In 2004, the Australian Skeptics awarded The New Inventors their Bent Spoon Award (one of those awards you don't actually want to win) for taking seriously a nonsensical sonic germ-killing thingy called "Anti Bio".

To help keep my blood pressure under control, I no longer watch the show. My readers keep torturing me with reports about it, though; thanks to them and commenters on my blog, I'm pretty sure that the abovementioned infinitely variable transmission is not useful.

The man who says it cannot be done should indeed not interrupt the man who is busy doing it. But I wouldn't get too excited about any amazing new invention just because it's appeared on The New Inventors.
posted by dansdata at 6:00 PM on September 23, 2010 [9 favorites]


Here's the gizmag follow up on the D-Drive.
posted by wilful at 6:02 PM on September 23, 2010 [1 favorite]


From wilful's link, explaining it much more concisely than I did:

So it's not possible to run the control shafts using a small electric motor as we said in the video - in fact, the engineering report is quite clear on the fact that the 'control' motor needs to be just as powerful as the 'input' motor: "Our designation of 'Input' and 'Control' shafts in this report is arbitrary in that both would conventionally be used to provide power. There is no inherent character of the mechanism that requires the input to be the dominant power-providing element. The torque provided by the control shaft will typically be of the same magnitude as the torque provided by the Input shaft... the Input and Control should be considered as parallel power paths rather than as 'power ' and 'control' elements respectively."
posted by The World Famous at 6:08 PM on September 23, 2010


Thanks World Famous, I see what you're saying. On the show they did mention that it was not an inclusive unit and did require an extra 'thing' to get it actually on the go. So this extra 'thing' is actually another engine? Hmmm, it does sound less promising than it did at first. And as wilful said, the judge James Bradfield-Moody (Executive Director, Development at the Commonwealth Scientific and Industrial Research Organisation - CSIRO) didn't seem too keen on the invention.
posted by Kerasia at 6:14 PM on September 23, 2010


So this extra 'thing' is actually another engine?

It's worse than that. This extra 'thing' is another engine just as powerful as the first one, plus a normal transmission, probably with a clutch and everything, so that it can vary its power to control the torque of the driveshaft.
posted by The World Famous at 6:27 PM on September 23, 2010


I don't understand; aren't CVTs fairly commonplace these days?
posted by Tikirific at 6:58 PM on September 23, 2010


It doesn't seem far fetched that the EVestG people are picking up legitimate signals that are related to nerve function. And I don't doubt that those signals have, in some instances, a corresponding relationship with these kinds of disorders. But to try and twist that relationship -- without the backing of peer reviewed research -- into "diagnosis" seems pure quackery.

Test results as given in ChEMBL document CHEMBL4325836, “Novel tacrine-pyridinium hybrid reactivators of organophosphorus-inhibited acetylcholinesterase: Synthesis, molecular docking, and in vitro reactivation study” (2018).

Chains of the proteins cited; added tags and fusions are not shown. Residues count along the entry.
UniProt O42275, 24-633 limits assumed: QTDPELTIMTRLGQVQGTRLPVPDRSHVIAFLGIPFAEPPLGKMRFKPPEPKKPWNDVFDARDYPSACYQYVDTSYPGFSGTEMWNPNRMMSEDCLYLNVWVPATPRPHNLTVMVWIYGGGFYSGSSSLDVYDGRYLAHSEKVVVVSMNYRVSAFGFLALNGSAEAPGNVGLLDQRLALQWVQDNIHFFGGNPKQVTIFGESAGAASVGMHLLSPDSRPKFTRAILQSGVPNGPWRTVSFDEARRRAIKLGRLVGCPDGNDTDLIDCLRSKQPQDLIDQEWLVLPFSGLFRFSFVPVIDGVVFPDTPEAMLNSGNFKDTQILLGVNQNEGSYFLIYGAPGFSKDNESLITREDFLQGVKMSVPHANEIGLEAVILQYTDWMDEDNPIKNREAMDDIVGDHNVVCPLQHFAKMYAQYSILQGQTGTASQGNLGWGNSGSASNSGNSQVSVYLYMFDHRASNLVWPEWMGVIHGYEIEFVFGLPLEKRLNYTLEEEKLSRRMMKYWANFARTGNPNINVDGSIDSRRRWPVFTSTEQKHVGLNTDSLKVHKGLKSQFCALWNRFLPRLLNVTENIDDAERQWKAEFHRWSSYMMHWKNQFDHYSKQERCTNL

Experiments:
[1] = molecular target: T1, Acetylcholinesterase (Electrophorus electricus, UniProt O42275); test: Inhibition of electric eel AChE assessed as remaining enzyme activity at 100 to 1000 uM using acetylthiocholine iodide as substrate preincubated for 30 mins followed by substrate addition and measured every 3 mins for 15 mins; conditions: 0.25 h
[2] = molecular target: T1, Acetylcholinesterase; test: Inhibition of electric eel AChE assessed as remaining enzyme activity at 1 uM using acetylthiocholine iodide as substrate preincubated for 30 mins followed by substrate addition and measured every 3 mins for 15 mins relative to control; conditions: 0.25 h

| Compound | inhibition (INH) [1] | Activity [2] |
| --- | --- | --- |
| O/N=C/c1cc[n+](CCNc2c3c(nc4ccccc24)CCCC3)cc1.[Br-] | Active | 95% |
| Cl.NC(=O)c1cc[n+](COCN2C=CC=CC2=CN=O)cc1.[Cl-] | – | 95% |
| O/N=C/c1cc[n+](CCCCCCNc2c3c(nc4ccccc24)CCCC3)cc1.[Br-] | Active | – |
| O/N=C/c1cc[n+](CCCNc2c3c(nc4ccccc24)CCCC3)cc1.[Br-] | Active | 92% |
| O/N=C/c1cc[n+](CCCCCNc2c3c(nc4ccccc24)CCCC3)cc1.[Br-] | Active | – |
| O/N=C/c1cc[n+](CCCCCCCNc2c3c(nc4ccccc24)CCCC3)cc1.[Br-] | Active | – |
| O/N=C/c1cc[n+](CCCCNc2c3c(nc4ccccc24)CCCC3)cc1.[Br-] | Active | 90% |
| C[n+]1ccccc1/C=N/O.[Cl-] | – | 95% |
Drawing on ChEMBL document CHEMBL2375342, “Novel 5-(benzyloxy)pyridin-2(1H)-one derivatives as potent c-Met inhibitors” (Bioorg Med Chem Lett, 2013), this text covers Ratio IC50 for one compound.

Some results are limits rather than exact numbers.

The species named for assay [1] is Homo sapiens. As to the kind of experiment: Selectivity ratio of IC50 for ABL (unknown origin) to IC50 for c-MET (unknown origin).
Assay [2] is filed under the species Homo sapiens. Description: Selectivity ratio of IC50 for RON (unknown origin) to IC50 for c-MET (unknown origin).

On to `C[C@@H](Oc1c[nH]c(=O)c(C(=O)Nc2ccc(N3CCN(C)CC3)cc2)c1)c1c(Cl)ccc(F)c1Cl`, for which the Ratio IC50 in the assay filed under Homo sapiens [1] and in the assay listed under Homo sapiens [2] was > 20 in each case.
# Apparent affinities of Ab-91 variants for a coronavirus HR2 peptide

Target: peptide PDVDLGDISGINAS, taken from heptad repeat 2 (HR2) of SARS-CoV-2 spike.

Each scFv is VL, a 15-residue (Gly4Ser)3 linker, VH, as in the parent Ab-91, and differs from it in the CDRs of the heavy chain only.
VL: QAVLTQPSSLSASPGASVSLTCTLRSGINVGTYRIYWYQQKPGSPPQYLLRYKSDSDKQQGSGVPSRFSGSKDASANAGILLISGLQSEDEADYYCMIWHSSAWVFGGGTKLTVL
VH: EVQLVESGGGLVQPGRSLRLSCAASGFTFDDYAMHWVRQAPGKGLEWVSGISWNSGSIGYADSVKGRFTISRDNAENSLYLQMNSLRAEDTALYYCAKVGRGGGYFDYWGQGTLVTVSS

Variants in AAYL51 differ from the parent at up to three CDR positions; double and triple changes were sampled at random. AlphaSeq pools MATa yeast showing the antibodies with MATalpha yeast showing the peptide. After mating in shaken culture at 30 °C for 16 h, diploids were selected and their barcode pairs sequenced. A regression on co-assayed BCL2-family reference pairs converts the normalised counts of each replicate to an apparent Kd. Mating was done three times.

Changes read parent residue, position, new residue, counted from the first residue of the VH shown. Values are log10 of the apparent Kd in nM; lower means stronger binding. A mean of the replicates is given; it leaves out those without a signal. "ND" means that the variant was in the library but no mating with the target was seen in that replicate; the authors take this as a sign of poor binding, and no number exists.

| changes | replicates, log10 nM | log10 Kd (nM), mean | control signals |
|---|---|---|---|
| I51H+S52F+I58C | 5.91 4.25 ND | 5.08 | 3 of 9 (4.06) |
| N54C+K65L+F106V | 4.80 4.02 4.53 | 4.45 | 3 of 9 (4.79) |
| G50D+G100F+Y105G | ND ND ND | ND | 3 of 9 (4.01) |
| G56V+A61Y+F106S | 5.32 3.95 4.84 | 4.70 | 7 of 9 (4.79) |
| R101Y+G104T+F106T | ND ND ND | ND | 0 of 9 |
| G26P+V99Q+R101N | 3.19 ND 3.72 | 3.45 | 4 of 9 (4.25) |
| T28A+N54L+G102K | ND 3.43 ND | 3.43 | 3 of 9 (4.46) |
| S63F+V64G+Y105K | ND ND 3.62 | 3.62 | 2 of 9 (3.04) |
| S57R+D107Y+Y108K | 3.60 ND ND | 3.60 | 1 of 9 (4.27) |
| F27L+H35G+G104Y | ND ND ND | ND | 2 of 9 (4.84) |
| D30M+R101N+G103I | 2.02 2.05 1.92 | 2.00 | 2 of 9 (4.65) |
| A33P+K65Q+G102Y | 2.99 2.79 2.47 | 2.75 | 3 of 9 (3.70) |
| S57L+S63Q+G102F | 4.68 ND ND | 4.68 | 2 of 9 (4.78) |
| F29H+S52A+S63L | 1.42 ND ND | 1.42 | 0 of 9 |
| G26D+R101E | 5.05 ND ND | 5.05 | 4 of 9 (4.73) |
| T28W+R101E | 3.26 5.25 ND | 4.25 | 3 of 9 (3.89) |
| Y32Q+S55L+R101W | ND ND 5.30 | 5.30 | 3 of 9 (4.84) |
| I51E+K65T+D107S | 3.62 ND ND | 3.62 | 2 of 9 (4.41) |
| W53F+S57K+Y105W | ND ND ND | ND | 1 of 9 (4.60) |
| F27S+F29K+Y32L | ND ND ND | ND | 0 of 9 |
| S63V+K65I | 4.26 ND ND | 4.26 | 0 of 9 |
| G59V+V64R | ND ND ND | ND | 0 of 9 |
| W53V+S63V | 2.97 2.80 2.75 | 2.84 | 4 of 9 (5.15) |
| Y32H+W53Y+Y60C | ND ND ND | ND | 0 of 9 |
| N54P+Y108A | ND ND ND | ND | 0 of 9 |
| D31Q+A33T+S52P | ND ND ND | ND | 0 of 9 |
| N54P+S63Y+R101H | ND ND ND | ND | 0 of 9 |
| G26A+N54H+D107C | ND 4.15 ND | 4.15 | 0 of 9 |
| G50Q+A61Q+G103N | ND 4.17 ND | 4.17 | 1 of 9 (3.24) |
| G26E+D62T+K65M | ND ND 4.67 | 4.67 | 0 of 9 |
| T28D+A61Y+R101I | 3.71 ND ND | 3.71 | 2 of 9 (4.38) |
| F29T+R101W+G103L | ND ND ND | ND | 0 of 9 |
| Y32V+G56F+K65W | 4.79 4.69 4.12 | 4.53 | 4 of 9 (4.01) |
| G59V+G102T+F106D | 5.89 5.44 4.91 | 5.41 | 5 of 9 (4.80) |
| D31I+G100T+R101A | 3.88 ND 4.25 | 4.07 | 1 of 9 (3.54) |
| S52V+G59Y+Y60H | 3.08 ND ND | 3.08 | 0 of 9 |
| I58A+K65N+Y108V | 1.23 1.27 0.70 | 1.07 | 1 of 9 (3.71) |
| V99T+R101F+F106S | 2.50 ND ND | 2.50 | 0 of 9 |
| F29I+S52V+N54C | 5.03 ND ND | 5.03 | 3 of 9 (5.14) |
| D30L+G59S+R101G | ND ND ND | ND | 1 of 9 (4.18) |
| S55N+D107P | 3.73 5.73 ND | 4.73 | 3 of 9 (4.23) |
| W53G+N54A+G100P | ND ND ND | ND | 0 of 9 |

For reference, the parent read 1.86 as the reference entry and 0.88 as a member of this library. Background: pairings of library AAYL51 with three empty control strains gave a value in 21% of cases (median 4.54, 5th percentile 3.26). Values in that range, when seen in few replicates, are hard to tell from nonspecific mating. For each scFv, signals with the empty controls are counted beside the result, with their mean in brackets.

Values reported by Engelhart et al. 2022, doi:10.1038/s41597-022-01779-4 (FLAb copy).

posted by not_the_water at 7:09 PM on September 23, 2010 [2 favorites]


Seconding The World Famous. Moreover, it's a variation on a design any MechE worth her salt has seen before.
posted by phrontist at 7:13 PM on September 23, 2010


The EVestG seems like total bullshit. I really think they're reading noise, filtering it and claiming that those are signals. You can convolve noise with a signal you're looking for and make it seem like you've found something, and I'll be willing to bet dollar to donuts that's what's happening.
posted by spiderskull at 7:25 PM on September 23, 2010 [1 favorite]


My husband's department (theoretical physicists) got on New Inventors last year. It was totally bizarre, because they didn't actually have an invention, or anything with practical applications, just some cool theory and experimental results. They were pitted against some product that kept foxes from eating crops, and a kebab meat slicer. The kebab slicer won.
posted by lollusc at 7:33 PM on September 23, 2010 [4 favorites]


Actually, the D-drive concept might be very useful in a hybrid configuration, where you do have two sources of torque - an internal-combustion (IC) engine, and an electric motor. It's pretty well known that IC engines are maximally efficient only over a small range of RPM, and further efficiencies could be realized if the IC engine could be optimized for a narrower band.
So with this D-drive you could have an IC engine optimised for a constant speed, and vary the rpm of the electric motor to alter the final drive ratio.

... could work, maybe.

The second Gizmag article mentioned that the D-drive is similar to the Hybrid Synergy drive on the Toyota Prius, so maybe this route is already being explored.
posted by Artful Codger at 7:37 PM on September 23, 2010


Even if the damn EVestG can 100% accurately detect variations in neurotransmitters, it still can't be used to correctly diagnose illnesses like bipolar disorder and depression. Animal studies have shown that lowering serotonin levels in the brain does not cause the animal to become depressed (yes, animals can get depressed). Bipolar is most likely partly caused by malfunctioning sodium ion channels in nerve cells. The drugs use to treat depression do so in a wide variety of ways; A few of them actually decrease serotonin levels!

Anybody who says they've found the holy grail of psychiatric diagnosis doesn't have my trust. I'm not a doctor; I'm a patient. But, in my attempts to understand neuroscience, I have come to the conclusion that the more you learn about it, the more you realize you've gotten into one hell of a complex mess.
posted by UrbanEye at 8:06 PM on September 23, 2010


Oh. Well this is a bit depressing then, if two of the five aren't all they're cracked up to be. But in the interests of Truth over feelgood fluff - how do the other three stack up?
posted by harriet vane at 8:30 PM on September 23, 2010


Artful Codger: it is exactly how the Prius drive works. Have a read of the previous thread, where I linked a Prius Simulator.

New Inventors makes me sad and for the same reasons as stated above. It is an awesome idea to publicise new inventions, promote science education, get people interested in engineering, etc, but they really really need to work on their filtering. The other one that pissed me off was someone who claimed to have invented a new electric motor that was "twice as efficient", never mind that most are in the 90-99% range depending on scale and windage losses. The poor guy didn't even understand the concept of a magnetic circuit, was treating the rotor poles as magnetic monopoles and wanted to make use of the flux "from both sides".